How to Eat Better For Your Mental Health

Girl eating salad-mental health

Written by: Brianna Snyder

We’ll tell you right now: All the Vitamin D in the world isn’t going to treat--much less cure--manic depression or other serious mental health issues.

But, as holistic approaches to health become more and more mainstream, the way we eat has found its way to the center of how we approach our overall wellness. There’s something called “nutritional psychiatry,” which theorizes that a diet full of lean proteins and lots and lots of veggies can prevent and to some extent treat the symptoms of depression. And while nothing is as effective for treating mental health as a conversation with a doctor and a prescription for a medicine that works for you, eating fresh, whole, nutrient-rich fruits, vegetables, and grains can be a wonderful supporting player in how you feel every single day.

Here’s how to eat healthy for your mind.


Eat intuitively.

Also called “mindful eating,” this practice honors your body’s impulses, desires, and feelings. Give into your cravings, and deny yourself no foods.

Most people respond to this with, “Oh, so if I want to eat French fries all day, I can?” You could do that, yes, and maybe you should to teach yourself a lesson I bet you’d be surprised to learn: You do not actually want to eat French fries all day. You will be very sick of French fries very quickly if you commit to a day of eating them.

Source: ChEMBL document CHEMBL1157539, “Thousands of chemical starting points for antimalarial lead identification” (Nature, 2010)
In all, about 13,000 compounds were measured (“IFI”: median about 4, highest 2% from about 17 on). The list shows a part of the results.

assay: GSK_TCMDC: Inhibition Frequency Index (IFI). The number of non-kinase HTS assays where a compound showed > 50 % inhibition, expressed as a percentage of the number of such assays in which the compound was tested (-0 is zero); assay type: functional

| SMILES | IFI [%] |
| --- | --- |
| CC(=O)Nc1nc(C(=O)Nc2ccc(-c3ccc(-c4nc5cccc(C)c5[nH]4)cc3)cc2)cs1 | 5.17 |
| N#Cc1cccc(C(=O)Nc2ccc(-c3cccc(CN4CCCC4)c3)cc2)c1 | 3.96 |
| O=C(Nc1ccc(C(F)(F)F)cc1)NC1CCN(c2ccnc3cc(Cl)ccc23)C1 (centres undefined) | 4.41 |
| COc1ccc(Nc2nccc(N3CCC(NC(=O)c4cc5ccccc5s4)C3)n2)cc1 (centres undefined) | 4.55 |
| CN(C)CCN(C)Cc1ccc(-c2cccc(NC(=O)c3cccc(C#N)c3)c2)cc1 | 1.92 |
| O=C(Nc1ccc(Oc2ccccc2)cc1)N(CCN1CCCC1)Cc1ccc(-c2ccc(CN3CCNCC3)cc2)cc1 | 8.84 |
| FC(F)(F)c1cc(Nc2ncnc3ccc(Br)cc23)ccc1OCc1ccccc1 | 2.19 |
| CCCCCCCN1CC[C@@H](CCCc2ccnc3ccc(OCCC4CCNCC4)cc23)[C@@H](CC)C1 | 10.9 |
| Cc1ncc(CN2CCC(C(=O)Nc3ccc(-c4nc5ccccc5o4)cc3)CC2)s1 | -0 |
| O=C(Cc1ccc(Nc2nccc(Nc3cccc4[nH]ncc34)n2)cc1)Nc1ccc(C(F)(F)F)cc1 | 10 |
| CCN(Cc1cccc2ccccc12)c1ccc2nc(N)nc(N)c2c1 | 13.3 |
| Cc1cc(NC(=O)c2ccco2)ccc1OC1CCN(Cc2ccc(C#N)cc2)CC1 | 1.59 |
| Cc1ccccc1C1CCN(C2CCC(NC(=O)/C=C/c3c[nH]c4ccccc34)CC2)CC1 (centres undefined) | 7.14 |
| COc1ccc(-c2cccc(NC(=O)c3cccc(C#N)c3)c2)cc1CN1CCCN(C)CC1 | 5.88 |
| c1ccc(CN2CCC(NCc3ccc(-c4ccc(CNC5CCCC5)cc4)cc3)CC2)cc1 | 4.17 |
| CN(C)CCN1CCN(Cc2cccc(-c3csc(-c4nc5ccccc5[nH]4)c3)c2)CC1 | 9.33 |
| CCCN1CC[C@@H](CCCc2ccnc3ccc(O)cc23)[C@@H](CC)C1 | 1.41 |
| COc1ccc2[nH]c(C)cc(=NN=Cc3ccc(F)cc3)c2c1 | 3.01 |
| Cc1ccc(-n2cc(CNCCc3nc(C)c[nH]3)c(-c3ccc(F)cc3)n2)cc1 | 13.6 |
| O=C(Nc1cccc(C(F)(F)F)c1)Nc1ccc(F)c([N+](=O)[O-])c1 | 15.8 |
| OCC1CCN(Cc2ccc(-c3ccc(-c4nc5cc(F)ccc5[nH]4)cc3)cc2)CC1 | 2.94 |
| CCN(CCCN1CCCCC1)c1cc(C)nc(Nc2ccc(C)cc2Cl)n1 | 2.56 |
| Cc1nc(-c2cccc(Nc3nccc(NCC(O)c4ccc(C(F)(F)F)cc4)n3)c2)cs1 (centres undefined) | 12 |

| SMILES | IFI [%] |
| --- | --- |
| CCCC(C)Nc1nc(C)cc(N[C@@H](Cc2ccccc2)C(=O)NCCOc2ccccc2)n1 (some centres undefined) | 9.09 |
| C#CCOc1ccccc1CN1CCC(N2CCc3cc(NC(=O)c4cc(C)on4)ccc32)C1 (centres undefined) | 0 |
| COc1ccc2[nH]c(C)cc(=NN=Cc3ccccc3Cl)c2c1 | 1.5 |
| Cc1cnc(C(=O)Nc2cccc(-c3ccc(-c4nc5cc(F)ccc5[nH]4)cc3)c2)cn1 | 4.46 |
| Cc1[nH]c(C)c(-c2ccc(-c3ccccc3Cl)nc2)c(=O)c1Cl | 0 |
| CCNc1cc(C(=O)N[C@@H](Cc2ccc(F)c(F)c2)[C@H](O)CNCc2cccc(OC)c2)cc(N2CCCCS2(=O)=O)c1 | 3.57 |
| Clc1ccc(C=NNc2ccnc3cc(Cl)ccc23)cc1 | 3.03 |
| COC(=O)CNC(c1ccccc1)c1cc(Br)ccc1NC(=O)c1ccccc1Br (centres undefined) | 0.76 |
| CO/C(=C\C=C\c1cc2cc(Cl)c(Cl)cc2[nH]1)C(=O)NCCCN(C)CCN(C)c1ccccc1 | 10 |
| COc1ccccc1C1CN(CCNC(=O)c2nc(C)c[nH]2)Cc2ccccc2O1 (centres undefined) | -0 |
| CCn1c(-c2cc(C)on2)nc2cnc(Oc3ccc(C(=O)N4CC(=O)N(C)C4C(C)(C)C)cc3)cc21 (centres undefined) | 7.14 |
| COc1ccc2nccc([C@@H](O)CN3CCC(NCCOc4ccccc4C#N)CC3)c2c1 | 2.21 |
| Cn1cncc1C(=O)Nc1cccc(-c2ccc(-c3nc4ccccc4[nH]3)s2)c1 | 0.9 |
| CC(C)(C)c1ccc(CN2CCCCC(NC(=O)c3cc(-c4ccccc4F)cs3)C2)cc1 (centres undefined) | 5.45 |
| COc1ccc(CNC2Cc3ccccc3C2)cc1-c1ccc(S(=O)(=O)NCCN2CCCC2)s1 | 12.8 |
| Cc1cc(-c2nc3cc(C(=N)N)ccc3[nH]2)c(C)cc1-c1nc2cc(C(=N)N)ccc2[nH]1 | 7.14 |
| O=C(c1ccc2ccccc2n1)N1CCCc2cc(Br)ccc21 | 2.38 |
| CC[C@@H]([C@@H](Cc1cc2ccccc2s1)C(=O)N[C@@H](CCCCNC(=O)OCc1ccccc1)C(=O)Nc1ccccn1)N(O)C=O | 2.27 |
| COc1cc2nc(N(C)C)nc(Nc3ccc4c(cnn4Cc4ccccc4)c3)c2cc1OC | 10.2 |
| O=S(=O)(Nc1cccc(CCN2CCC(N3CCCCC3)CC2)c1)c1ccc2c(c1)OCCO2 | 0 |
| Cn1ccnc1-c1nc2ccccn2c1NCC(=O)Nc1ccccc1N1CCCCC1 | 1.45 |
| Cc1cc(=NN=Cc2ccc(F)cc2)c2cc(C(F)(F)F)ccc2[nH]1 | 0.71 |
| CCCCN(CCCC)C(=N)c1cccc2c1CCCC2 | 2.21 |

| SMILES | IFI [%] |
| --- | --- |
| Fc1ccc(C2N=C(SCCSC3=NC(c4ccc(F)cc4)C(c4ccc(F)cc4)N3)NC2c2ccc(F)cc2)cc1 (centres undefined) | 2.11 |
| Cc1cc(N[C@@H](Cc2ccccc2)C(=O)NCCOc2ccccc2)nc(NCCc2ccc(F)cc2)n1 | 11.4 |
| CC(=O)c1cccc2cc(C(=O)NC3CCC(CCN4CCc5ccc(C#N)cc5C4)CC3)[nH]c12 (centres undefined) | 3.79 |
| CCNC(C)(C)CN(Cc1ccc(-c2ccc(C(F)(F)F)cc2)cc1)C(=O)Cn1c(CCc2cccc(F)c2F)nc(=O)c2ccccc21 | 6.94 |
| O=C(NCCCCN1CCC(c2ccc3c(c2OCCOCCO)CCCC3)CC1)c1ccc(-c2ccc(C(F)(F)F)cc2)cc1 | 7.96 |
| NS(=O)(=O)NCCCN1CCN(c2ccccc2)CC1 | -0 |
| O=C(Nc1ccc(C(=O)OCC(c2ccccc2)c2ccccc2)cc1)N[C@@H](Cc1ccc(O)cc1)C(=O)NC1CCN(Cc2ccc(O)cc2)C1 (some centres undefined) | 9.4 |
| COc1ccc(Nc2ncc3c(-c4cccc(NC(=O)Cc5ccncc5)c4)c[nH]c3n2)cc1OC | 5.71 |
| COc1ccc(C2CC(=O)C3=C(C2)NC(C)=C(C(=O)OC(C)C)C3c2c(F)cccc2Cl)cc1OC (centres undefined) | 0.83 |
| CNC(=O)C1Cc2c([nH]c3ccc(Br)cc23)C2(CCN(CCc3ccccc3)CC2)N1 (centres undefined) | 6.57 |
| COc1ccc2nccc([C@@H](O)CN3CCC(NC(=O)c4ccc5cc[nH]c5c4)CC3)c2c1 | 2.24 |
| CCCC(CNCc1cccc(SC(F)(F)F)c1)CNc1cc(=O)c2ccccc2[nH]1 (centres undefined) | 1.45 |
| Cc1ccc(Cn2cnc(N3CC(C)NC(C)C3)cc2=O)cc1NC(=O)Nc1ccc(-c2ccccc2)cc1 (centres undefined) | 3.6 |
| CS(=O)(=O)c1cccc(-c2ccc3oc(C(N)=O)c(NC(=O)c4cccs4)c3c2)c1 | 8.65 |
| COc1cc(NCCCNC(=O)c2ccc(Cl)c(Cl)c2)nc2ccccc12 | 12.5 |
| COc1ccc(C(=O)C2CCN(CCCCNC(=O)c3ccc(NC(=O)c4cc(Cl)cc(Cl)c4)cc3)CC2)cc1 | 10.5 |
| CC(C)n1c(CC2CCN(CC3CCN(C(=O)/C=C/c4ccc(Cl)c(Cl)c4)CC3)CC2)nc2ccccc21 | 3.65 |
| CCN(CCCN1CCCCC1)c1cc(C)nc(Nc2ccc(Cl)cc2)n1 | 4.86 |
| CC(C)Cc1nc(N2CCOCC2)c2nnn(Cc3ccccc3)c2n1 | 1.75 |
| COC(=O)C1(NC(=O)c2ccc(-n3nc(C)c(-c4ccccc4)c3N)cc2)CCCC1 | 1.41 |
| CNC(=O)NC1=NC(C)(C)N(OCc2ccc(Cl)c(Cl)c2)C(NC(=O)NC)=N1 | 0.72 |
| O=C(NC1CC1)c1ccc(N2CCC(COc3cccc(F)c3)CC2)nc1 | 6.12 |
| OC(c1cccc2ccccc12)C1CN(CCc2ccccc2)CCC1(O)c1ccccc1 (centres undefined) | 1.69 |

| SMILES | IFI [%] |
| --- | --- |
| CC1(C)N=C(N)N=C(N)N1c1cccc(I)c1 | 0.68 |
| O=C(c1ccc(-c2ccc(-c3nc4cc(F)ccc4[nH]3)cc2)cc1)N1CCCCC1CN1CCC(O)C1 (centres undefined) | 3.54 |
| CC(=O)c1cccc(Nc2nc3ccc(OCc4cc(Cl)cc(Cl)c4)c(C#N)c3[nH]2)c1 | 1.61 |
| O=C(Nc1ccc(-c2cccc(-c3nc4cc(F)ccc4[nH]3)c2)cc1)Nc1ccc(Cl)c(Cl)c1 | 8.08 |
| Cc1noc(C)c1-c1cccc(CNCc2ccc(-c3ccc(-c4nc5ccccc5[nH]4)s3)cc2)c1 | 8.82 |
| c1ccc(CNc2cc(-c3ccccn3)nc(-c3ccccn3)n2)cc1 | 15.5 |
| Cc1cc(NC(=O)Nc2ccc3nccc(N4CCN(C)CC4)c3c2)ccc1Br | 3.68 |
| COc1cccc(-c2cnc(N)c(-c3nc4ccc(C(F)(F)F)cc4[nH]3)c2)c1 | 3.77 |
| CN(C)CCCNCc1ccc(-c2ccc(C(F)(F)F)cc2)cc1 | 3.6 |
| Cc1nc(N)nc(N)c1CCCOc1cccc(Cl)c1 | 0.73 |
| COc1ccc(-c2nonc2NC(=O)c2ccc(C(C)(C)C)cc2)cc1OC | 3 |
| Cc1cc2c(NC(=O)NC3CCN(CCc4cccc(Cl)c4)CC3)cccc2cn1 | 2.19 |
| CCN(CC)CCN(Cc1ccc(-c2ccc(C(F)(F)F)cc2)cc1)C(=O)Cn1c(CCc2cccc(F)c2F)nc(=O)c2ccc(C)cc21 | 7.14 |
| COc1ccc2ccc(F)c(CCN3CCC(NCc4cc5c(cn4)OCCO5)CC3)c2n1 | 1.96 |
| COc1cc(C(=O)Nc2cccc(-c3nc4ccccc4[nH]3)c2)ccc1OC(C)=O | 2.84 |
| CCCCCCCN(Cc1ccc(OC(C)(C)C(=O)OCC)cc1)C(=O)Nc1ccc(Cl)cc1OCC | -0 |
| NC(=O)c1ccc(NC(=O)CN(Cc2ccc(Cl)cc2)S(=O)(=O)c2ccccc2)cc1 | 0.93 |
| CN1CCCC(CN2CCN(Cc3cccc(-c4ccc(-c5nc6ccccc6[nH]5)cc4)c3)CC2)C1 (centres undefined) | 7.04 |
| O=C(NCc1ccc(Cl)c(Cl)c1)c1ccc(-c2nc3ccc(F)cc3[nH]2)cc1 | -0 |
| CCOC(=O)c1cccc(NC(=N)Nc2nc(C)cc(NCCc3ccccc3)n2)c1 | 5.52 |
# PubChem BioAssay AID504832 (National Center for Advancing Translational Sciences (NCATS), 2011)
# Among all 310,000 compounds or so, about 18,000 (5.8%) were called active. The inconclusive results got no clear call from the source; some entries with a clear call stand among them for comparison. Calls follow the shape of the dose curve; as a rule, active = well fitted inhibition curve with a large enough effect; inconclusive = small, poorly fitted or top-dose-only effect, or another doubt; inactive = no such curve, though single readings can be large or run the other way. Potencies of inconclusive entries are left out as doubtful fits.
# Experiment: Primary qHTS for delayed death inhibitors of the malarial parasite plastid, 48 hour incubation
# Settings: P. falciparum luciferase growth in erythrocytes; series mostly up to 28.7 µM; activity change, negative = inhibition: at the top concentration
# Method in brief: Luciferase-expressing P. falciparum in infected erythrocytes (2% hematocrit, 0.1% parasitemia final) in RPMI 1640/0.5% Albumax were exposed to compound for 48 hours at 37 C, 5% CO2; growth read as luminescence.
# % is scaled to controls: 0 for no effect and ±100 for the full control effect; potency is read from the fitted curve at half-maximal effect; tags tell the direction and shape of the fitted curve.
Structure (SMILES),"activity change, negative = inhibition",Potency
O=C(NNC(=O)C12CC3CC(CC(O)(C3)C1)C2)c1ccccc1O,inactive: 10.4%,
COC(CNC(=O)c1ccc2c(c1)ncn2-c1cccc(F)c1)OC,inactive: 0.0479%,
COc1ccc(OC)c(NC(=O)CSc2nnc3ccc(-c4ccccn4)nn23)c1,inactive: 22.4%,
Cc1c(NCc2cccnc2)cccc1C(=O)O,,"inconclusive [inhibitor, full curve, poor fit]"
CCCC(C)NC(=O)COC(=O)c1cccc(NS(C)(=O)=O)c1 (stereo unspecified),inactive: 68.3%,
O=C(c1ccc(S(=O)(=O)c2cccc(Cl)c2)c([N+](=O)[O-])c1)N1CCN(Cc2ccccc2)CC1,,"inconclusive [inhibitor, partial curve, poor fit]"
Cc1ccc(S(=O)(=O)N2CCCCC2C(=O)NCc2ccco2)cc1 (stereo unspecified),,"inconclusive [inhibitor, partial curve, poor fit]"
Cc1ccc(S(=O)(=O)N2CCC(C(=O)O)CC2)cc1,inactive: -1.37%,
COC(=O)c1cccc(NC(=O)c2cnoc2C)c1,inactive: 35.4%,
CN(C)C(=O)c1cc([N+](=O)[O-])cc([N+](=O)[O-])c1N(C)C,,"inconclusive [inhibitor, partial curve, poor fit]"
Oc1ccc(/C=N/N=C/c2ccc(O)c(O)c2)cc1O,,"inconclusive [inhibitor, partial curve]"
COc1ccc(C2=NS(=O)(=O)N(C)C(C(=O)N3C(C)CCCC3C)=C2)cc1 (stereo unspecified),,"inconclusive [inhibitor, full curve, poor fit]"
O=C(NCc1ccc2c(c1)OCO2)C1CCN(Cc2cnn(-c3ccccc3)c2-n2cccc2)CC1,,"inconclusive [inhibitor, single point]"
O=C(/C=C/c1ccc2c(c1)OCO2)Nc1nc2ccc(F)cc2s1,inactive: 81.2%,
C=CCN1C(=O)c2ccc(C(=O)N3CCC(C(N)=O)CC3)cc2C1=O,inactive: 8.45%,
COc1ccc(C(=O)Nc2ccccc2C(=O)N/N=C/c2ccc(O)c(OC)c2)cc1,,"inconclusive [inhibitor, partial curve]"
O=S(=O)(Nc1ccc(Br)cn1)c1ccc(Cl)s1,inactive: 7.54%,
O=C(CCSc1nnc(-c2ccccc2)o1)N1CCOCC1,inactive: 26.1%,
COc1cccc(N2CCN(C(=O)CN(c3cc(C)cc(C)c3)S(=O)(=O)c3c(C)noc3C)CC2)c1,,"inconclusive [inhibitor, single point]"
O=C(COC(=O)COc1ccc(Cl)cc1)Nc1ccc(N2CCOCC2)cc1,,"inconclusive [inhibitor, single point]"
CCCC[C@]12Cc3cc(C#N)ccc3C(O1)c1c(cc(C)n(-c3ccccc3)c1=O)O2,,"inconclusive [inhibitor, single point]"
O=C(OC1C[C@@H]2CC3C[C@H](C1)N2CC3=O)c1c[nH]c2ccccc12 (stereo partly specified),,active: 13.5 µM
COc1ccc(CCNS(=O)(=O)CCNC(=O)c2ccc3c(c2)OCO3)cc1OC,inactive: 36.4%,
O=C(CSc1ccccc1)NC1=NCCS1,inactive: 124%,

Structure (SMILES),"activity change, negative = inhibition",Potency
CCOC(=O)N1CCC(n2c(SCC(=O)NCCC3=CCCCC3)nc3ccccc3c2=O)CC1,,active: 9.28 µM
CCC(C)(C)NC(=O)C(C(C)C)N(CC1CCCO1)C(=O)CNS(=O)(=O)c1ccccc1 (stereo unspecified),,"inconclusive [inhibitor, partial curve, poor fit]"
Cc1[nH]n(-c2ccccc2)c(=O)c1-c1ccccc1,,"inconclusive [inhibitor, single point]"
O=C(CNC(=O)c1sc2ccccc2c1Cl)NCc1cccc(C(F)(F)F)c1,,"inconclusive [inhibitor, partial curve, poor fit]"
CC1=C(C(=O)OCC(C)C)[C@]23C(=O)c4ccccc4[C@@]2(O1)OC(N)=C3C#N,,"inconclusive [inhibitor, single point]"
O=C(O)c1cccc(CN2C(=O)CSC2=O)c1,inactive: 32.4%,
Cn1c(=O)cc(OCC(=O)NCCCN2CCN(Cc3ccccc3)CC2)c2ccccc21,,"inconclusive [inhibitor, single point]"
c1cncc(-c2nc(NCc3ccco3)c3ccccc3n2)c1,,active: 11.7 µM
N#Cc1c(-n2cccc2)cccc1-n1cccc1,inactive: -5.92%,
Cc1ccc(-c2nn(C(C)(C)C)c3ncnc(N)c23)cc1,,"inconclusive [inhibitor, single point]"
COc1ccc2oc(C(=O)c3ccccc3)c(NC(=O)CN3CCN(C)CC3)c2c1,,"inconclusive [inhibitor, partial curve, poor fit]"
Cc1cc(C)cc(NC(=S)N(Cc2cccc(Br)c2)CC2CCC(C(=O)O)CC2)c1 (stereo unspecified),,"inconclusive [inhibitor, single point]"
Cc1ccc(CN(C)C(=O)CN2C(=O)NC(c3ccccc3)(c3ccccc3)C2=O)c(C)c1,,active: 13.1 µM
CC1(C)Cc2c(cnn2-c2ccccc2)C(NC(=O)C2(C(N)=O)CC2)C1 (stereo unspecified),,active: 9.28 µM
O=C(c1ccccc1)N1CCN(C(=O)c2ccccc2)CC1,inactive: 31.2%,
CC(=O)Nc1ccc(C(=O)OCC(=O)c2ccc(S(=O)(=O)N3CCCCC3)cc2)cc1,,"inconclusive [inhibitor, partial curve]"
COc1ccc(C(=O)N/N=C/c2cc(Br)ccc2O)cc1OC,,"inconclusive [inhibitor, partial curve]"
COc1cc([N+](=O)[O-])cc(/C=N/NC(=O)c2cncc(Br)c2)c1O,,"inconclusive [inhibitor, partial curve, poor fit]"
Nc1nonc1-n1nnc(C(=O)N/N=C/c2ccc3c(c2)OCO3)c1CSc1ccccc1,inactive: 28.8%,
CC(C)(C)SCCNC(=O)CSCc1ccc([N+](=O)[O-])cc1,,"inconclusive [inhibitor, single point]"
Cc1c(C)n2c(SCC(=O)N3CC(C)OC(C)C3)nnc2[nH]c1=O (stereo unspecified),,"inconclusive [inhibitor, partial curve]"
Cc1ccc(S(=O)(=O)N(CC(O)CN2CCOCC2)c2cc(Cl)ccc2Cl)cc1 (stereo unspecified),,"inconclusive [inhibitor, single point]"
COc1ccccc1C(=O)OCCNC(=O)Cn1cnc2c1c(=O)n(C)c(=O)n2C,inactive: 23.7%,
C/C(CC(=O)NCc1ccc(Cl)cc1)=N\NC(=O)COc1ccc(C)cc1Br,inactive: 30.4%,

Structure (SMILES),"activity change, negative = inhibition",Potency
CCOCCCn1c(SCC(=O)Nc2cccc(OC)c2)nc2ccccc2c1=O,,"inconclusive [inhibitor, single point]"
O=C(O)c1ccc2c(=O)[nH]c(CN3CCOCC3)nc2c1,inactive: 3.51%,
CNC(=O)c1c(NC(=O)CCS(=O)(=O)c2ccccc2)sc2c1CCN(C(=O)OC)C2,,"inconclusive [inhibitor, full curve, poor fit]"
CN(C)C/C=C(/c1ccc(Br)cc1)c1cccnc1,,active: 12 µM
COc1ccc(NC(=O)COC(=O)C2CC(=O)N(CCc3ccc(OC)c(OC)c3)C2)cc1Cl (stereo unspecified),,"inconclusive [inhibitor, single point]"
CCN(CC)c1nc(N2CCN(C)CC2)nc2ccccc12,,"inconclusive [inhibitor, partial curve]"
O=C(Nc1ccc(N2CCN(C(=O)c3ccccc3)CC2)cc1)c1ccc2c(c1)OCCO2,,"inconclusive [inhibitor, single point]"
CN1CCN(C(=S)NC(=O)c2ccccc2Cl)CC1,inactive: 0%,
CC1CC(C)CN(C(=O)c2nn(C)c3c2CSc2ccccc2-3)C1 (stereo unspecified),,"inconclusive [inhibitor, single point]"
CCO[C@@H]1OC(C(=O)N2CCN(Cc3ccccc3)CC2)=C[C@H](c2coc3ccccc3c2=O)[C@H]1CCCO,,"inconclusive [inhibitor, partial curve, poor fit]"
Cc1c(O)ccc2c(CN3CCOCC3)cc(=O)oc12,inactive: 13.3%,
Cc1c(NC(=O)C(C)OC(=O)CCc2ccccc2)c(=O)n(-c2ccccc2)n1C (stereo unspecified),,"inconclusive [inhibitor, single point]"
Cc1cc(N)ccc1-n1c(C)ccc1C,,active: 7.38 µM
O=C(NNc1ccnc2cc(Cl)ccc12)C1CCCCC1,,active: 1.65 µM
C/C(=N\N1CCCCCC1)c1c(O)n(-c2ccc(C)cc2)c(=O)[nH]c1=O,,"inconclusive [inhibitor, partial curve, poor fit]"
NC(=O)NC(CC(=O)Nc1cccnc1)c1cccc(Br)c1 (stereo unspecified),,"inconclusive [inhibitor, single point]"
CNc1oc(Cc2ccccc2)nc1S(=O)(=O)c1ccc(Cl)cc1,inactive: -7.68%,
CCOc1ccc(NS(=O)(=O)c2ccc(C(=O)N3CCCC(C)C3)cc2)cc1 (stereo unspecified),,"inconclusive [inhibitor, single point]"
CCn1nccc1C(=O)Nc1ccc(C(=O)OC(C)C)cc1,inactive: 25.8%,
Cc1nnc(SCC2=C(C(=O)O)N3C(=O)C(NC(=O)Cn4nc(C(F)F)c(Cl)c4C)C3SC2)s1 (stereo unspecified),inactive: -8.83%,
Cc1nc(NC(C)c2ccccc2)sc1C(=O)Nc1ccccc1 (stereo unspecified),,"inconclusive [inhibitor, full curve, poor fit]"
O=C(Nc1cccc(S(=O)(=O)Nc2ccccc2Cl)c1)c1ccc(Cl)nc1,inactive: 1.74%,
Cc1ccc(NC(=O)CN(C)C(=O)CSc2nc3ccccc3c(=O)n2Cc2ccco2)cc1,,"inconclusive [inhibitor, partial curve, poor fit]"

Mindful eating encourages you to give into the fry cravings, true. But you’ll find giving into those indulgences creates a counter-craving for balance. Rounding out your day’s food intake with green things and the occasional sugar bomb (if that’s what you want!) is healthy, moderate behavior. (As Julia Child said: Everything in moderation--including moderation.)

All of that is related to ...


Give up the calorie counting and the scale.

A huge number of us are all messed up about food--how we eat it, what we eat. Too many of us are eating to lose weight, which can really screw up our relationship with food and eating. Shifting focus from weight loss to mental well-being can, in itself, help heal some of those bad interactions with your daily diet.

In other words, eat green stuff because it’s good for your blood and your bones and your organs and your complexion. Eat it because it’s delicious! Enjoy lean proteins for strength. Carbs give you much-needed energy and, often, satisfaction. Take pleasure in your food choices and listen to what your body wants.

When we take a weight-neutral approach to eating, we can begin to have a more natural, less fraught relationship with food. Why binge on ice cream when you know you can have that ice cream anytime you want? #KillYourCheatDay


Go for the power players.

There are a number of nutrients known to keep your brain healthy. Omega-3s (found in salmon, flax seeds, and walnuts), folate (found in asparagus, chickpeas, and lentils), B12 (found in tuna, shrimp, and milk), choline (found in egg yolks, broccoli, and Brussels sprouts), magnesium (found in spinach, yogurt, and black beans), and vitamin D (found in fatty fish and eggs).


Antioxidants are king.

No, not so much in wine, sadly. We’re talking more carrots. Kale. Tomatoes. Studies show that the antioxidants in those veggies and fruits can relieve anxiety and depression.